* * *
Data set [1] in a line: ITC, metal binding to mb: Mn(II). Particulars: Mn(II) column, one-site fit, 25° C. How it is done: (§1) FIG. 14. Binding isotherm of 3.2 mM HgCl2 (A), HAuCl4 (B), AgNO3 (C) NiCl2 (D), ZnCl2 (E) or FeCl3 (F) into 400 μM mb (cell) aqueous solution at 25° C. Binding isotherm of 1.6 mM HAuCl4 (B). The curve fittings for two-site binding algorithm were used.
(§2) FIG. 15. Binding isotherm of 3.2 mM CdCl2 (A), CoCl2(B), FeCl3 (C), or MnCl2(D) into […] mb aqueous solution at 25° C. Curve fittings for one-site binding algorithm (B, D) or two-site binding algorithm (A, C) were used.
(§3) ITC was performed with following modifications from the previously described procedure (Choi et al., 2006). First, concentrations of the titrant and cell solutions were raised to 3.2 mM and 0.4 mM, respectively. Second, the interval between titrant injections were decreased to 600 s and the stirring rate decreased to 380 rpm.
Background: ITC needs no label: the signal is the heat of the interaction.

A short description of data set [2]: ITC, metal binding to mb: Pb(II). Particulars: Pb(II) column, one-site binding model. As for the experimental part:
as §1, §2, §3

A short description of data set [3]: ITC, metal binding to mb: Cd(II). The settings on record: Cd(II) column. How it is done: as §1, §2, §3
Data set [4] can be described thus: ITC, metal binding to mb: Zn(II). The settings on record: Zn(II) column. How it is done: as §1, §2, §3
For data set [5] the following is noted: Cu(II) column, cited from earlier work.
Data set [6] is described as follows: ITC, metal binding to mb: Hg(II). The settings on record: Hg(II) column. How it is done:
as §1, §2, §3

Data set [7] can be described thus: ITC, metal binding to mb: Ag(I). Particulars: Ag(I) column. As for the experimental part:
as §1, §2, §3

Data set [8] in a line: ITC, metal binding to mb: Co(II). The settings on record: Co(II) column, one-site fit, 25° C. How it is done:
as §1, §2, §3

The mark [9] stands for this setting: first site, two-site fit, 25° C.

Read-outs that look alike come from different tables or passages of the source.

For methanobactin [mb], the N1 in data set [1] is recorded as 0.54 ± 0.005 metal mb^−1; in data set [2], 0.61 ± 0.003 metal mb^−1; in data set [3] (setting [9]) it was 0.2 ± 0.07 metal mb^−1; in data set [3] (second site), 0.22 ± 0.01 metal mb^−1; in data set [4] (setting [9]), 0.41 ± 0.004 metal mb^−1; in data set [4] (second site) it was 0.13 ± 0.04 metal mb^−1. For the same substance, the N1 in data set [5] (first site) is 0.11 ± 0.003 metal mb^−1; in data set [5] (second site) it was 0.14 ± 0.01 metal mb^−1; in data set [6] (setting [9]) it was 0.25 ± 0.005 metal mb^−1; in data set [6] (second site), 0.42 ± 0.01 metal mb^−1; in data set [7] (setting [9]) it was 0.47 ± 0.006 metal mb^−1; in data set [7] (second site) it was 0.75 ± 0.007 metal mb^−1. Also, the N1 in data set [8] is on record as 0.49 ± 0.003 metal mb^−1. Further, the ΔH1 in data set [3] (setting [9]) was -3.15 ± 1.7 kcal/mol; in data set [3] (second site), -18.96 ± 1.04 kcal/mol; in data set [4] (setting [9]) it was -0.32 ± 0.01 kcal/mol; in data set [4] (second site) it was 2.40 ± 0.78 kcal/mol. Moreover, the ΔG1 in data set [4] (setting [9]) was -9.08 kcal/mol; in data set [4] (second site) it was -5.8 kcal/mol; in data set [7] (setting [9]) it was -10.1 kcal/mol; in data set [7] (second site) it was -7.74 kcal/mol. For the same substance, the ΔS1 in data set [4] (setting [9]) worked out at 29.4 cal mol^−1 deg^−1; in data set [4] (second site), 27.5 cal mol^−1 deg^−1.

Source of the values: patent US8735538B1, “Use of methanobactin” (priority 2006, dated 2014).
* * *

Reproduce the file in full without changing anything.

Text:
Data set [1] in a line: ITC, metal binding to mb: Mn(II). Particulars: Mn(II) column, one-site fit, 25° C. How it is done: (§1) FIG. 14. Binding isotherm of 3.2 mM HgCl2 (A), HAuCl4 (B), AgNO3 (C) NiCl2 (D), ZnCl2 (E) or FeCl3 (F) into 400 μM mb (cell) aqueous solution at 25° C. Binding isotherm of 1.6 mM HAuCl4 (B). The curve fittings for two-site binding algorithm were used.
(§2) FIG. 15. Binding isotherm of 3.2 mM CdCl2 (A), CoCl2(B), FeCl3 (C), or MnCl2(D) into […] mb aqueous solution at 25° C. Curve fittings for one-site binding algorithm (B, D) or two-site binding algorithm (A, C) were used.
(§3) ITC was performed with following modifications from the previously described procedure (Choi et al., 2006). First, concentrations of the titrant and cell solutions were raised to 3.2 mM and 0.4 mM, respectively. Second, the interval between titrant injections were decreased to 600 s and the stirring rate decreased to 380 rpm.
Background: ITC needs no label: the signal is the heat of the interaction.

A short description of data set [2]: ITC, metal binding to mb: Pb(II). Particulars: Pb(II) column, one-site binding model. As for the experimental part:
as §1, §2, §3

A short description of data set [3]: ITC, metal binding to mb: Cd(II). The settings on record: Cd(II) column. How it is done: as §1, §2, §3
Data set [4] can be described thus: ITC, metal binding to mb: Zn(II). The settings on record: Zn(II) column. How it is done: as §1, §2, §3
For data set [5] the following is noted: Cu(II) column, cited from earlier work.
Data set [6] is described as follows: ITC, metal binding to mb: Hg(II). The settings on record: Hg(II) column. How it is done:
as §1, §2, §3

Data set [7] can be described thus: ITC, metal binding to mb: Ag(I). Particulars: Ag(I) column. As for the experimental part:
as §1, §2, §3

Data set [8] in a line: ITC, metal binding to mb: Co(II). The settings on record: Co(II) column, one-site fit, 25° C. How it is done:
as §1, §2, §3

The mark [9] stands for this setting: first site, two-site fit, 25° C.

Read-outs that look alike come from different tables or passages of the source.

For methanobactin [mb], the N1 in data set [1] is recorded as 0.54 ± 0.005 metal mb^−1; in data set [2], 0.61 ± 0.003 metal mb^−1; in data set [3] (setting [9]) it was 0.2 ± 0.07 metal mb^−1; in data set [3] (second site), 0.22 ± 0.01 metal mb^−1; in data set [4] (setting [9]), 0.41 ± 0.004 metal mb^−1; in data set [4] (second site) it was 0.13 ± 0.04 metal mb^−1. For the same substance, the N1 in data set [5] (first site) is 0.11 ± 0.003 metal mb^−1; in data set [5] (second site) it was 0.14 ± 0.01 metal mb^−1; in data set [6] (setting [9]) it was 0.25 ± 0.005 metal mb^−1; in data set [6] (second site), 0.42 ± 0.01 metal mb^−1; in data set [7] (setting [9]) it was 0.47 ± 0.006 metal mb^−1; in data set [7] (second site) it was 0.75 ± 0.007 metal mb^−1. Also, the N1 in data set [8] is on record as 0.49 ± 0.003 metal mb^−1. Further, the ΔH1 in data set [3] (setting [9]) was -3.15 ± 1.7 kcal/mol; in data set [3] (second site), -18.96 ± 1.04 kcal/mol; in data set [4] (setting [9]) it was -0.32 ± 0.01 kcal/mol; in data set [4] (second site) it was 2.40 ± 0.78 kcal/mol. Moreover, the ΔG1 in data set [4] (setting [9]) was -9.08 kcal/mol; in data set [4] (second site) it was -5.8 kcal/mol; in data set [7] (setting [9]) it was -10.1 kcal/mol; in data set [7] (second site) it was -7.74 kcal/mol. For the same substance, the ΔS1 in data set [4] (setting [9]) worked out at 29.4 cal mol^−1 deg^−1; in data set [4] (second site), 27.5 cal mol^−1 deg^−1.

Source of the values: patent US8735538B1, “Use of methanobactin” (priority 2006, dated 2014).